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Kek Lok Si Temple
The Kek Lok Si Temple is a Buddhist temple situated in Air Itam, Penang, Malaysia. It is the largest Buddhist temple in Malaysia. It is also an important pilgrimage centre for Buddhists from Hong Kong, the Philippines, Singapore and other countries in Southeast Asia.
The temple’s construction began in 1893, inspired by Beow Lean, the chief monk of the Goddess of Mercy Temple at Pitt Street. The Manchu Emperor Guangxu approved of the project, bestowing a tablet and gift of 70,000 volumes of the Imperial Edition of the Buddhist Sutras. Other Chinese rulers, such as His Majesty Emperor Kuang Xi and Empress Cixi of the Ching Dynasty, have been sufficiently impressed with the temple so as to have bestowed the temple with gifts.
Pagoda of Rama VI
Its main draw is the striking seven-storey Pagoda of Rama VI (Pagoda of 10,000 Buddhas), completed in 1930. Boasting 10,000 alabaster and bronze statues of Buddha, its design symbolises the harmony between Mahayana and Theravada Buddhism, marrying a Chinese octagonal base with a middle tier of Thai design, topped by a Burmese crown. One can climb to the top of the pagoda via a steep flight of stairs and be rewarded with a great view of Penang.
Sacred Turtle Pond
The grounds of the Kek Lok Si temple are a beautiful and tranquil array of flowers and grand trees giving shade to those who walk along the garden paths here. There are also many ponds that are said to be sacred here and one such pond that is a must see when in the temple is the Sacred Turtle pond which is believed to be a symbol of strength and long live. The turtles that were released here were done to symbolize liberation.
Hall of the Heavenly Kings (Tian Huang Dian)
Ensconced in the Hall of the Heavenly Kings (Tian Huang Dian) are the imposing statues of the Four Heavenly Kings. Each of the Kings controls one of the four points of the compass and the centre of the hall where they stand represents the centre of the universe. Kuang Mu, the Giant of the North. He holds a reptile in one hand and a pearl in the other. Tou Wen, the Guardian of the South. He holds the Umbrella of Chaos. Chi Kuo, Guardian of the West. He carries a magic guitar. Chng Chang, Guardian of the East. He draws his sword.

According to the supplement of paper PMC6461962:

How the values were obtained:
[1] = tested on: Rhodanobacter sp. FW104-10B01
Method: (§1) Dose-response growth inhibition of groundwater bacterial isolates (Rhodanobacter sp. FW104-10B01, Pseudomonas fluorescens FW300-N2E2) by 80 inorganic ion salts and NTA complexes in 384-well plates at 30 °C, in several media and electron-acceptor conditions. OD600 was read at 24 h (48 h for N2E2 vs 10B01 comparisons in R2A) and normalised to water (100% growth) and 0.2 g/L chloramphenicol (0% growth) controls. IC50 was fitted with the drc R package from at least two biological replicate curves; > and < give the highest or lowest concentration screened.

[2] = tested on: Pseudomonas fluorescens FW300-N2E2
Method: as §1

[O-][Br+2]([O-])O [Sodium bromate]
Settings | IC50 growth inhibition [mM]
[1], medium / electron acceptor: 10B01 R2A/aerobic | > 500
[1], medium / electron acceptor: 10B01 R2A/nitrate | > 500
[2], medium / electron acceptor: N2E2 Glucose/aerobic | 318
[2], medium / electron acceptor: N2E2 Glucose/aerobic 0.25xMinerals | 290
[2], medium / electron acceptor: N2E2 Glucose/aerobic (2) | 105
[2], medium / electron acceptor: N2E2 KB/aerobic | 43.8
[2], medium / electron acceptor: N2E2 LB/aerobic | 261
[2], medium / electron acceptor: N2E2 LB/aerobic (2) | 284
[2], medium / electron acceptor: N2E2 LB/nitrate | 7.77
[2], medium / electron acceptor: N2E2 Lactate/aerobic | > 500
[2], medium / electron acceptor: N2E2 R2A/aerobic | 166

The statue of Maitreya, the Laughing Buddha, sitting in the centre of the Hall of Heavenly Kings. Clutching a sack containing gifts of good luck for humanity, he radiates happiness and prosperity.
Kuan Yin Bodhisattva, the Goddess of Mercy
The bronze statue of Kuan Yin Bodhisattva, the Goddess of Mercy, is yet another popular highlight. It stands all the way above the temple, giving us an incredible view over the temple and the city. It was completed in 2002 and its protective octagonal shaped pavilion was completed in early 2010. The statue is made entirely of bronze and is over 120 feet high. The Pavilion is constructed of 16 Dragon pillars that are 200 feet high all covered by an exquisitely designed roof that perfectly compliments the grandness of this magnificent statue.
At the apex are a couple more temples, a fish pond, sprawling gardens and 12 animal statues that represent the Chinese zodiac.
Opening hours are from 7am–5:30pm daily. Admission is free, except for a small charge of RM2* each for entry into the pagoda and the Sky Lift. Prices are subject to change without notice.
Trip Suggestion : 2 hours
Operating Hours : Daily 08:30–17:30
Admission Fee : Free
Address : 1000-L, Tingkat Lembah Ria 1, 11500 Ayer Itam, Penang, Malaysia